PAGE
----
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Arts and Entertainment

New Theater Company Premieres September 11 Play at the Odyssey

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Liz Rebert and Paul Kampf in Breadline's '11, September' | Photo: Alice Fox

Liz Rebert and Paul Kampf in Breadline's '11, September' | Photo: Alice Fox
--by Lyle Zimskind for LAistBreadline Productions, a new theater company in these parts that presented more than 20 original plays in a previous Chicago incarnation, is now introducing itself to Los Angeles audiences with the world premiere staging of 11, September at the Odyssey Theatre on Sepulveda Boulevard.

Written by and co-starring company artistic director Paul Kampf, 11, September mostly takes place in the New York apartment of a young waitress who hooks up with one of her café customers, an out-of-town professor participating in a conference to commemorate the eighth anniversary of the World Trade Center attacks. Whether by fate, design or coincidence, then, the pair’s respective disclosures reveal that their lives are more tightly, and tragically, entwined than their evidently random initial encounter had indicated.

During its decade of activity in Chicago, and before that in downstate Illinois, Breadline became known for producing new work with distinctly, though not overbearingly, social and political resonance. “The theater,” suggests Kampf, “is one of the last places where you can bring together a group of people who really agree or disagree with what they’re seeing, but won’t remain indifferent to it. And our company gives you a night in the theater that, whether you love it or dislike it, will make you think about your place in this world.”

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Before moving to LA, where Breadline has also expanded to encompass an active film development/production entity as well as a performance training institute, the company had a core group of 10-12 actors and artists whom it worked with consistently, which Kampf hopes to replicate here as well. “You don’t really think of LA as a theater town when you’re in Chicago. But what’s surprised me in the best possible way is just how much theater does go on in LA. It’s tremendously vibrant—all these unique, great productions. The Chicago theater community is kind of closed, and you’re expected to earn your stripes in some way before you get embraced. Out here, people are really open, forthright in offering advice on designers and everything, in a ‘Welcome to the community’ kind of way.”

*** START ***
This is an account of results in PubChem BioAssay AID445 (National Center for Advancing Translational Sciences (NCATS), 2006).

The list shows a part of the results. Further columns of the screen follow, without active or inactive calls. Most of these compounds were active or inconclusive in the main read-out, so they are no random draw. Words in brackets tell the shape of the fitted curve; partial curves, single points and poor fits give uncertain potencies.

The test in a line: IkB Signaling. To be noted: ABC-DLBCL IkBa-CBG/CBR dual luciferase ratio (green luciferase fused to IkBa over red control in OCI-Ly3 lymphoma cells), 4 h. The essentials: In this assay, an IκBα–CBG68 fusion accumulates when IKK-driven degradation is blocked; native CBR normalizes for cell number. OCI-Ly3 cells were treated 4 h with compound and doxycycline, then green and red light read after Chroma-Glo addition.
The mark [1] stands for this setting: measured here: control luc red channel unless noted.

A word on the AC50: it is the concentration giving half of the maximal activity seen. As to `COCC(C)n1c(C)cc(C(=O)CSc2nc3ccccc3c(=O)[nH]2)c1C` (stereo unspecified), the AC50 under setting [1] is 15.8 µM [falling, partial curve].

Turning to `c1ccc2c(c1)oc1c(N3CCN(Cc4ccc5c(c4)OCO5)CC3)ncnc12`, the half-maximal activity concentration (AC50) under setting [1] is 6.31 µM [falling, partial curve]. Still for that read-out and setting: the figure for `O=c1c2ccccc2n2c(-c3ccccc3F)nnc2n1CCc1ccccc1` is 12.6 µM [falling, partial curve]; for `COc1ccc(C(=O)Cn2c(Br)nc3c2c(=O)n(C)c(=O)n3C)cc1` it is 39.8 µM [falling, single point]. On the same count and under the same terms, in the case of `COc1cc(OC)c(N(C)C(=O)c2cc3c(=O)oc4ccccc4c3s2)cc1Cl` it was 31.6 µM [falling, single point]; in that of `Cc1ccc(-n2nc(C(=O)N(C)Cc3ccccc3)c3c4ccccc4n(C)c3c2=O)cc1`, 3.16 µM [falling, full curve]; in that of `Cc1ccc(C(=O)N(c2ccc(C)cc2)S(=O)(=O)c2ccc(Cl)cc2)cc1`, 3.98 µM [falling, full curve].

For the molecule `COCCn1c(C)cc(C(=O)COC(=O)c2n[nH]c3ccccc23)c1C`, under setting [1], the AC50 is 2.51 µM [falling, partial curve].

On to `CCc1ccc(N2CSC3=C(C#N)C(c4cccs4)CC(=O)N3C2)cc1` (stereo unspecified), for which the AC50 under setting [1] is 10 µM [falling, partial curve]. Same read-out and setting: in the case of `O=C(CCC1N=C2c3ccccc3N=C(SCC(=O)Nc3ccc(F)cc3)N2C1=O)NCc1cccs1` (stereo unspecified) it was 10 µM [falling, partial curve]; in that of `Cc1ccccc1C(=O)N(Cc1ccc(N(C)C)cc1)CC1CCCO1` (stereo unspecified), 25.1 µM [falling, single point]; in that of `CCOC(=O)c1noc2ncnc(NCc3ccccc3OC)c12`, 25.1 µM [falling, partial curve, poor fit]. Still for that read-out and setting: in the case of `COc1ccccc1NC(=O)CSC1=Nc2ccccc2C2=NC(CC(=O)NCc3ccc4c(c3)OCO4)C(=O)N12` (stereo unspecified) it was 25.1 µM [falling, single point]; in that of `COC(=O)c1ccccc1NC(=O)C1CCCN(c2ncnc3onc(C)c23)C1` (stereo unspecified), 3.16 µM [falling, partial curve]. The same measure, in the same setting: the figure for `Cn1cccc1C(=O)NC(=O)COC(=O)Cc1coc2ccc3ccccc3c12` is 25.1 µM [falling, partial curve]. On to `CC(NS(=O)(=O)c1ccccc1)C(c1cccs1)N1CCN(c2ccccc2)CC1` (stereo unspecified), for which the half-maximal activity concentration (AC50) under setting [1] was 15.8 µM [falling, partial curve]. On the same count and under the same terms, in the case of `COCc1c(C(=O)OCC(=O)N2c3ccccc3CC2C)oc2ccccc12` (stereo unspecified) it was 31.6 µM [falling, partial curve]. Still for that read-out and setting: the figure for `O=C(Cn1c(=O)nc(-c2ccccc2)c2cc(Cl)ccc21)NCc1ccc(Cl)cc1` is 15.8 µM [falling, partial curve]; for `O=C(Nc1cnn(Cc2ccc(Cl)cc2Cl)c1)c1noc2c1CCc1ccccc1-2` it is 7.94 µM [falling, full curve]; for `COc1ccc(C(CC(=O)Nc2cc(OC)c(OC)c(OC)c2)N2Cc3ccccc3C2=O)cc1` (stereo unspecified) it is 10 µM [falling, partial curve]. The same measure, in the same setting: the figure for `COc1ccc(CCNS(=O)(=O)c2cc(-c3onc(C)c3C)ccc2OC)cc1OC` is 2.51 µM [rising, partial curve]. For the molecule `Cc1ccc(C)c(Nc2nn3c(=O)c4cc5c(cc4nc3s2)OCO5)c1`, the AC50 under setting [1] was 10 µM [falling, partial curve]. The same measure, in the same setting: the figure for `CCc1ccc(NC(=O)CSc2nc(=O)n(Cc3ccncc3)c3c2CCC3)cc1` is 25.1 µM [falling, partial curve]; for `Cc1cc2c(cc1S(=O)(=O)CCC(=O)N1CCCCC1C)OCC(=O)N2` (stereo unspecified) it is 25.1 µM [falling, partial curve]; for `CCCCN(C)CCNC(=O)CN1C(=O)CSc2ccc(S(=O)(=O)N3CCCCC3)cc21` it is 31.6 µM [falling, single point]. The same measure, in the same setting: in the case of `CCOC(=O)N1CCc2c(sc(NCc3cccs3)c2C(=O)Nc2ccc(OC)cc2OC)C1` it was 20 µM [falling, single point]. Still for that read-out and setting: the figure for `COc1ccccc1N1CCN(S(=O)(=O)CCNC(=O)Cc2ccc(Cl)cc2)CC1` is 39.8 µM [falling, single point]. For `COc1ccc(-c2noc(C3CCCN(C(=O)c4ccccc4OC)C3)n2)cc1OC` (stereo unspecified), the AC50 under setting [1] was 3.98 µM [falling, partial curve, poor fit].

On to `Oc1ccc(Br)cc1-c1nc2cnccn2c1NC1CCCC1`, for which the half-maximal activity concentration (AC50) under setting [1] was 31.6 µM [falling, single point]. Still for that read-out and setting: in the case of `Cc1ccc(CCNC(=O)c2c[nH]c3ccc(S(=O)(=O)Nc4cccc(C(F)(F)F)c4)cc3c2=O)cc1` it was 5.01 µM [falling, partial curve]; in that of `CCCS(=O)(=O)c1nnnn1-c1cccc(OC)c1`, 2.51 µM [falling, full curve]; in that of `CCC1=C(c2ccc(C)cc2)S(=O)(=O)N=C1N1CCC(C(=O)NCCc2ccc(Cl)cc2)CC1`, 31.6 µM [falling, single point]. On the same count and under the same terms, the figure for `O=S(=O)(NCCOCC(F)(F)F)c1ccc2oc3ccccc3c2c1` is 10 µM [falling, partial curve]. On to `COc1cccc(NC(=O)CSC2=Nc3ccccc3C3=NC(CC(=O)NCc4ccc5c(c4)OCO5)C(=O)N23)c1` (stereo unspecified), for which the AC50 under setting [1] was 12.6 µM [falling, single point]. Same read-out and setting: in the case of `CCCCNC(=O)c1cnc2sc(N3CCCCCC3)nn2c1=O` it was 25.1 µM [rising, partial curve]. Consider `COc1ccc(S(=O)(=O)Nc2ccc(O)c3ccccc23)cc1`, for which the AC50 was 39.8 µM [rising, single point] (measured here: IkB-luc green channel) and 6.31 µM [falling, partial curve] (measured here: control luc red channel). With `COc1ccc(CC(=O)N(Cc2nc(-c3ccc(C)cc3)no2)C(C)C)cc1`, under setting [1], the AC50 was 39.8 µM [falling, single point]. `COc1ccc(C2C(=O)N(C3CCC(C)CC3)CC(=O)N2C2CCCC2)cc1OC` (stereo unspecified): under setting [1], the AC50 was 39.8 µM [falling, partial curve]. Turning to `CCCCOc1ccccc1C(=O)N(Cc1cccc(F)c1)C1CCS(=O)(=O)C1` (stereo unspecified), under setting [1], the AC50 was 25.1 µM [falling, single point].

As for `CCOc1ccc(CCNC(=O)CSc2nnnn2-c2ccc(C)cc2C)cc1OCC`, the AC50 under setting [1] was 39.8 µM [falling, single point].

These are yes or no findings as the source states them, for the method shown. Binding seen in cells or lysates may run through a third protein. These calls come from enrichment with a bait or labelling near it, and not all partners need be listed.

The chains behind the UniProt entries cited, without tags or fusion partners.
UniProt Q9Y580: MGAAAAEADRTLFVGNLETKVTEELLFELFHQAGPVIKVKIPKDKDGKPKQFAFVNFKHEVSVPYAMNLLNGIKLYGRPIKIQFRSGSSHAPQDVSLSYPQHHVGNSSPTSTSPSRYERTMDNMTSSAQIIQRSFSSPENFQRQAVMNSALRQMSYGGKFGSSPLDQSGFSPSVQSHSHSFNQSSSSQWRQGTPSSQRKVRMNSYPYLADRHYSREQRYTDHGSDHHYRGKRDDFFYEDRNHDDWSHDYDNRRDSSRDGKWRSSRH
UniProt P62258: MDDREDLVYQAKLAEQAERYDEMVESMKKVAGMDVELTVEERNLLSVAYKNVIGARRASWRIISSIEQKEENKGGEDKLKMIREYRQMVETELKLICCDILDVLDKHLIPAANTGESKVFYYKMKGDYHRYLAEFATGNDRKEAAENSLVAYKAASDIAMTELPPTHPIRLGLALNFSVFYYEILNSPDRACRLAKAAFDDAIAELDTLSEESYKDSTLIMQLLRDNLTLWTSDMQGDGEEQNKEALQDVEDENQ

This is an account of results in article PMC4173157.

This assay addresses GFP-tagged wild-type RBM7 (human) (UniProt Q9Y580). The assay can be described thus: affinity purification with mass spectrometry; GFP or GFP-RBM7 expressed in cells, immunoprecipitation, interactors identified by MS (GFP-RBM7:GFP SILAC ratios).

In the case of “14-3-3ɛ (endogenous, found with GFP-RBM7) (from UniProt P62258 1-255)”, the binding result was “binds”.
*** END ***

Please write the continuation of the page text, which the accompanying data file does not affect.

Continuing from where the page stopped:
Running through the first weekend of February, 11, September has earned respectful reviews from the mainstream press and laid the foundation for Breadline’s next projects in its new hometown. Adds Kampf: “It is our intent to find like-minded individuals to help us create a permanent home for our theater production that will serve as the center for all our artistic endeavors. If [this show] piques your interest and you’d like to get to know more about Breadline and being a part of our future, let’s get a cup of coffee and see where that takes us!”

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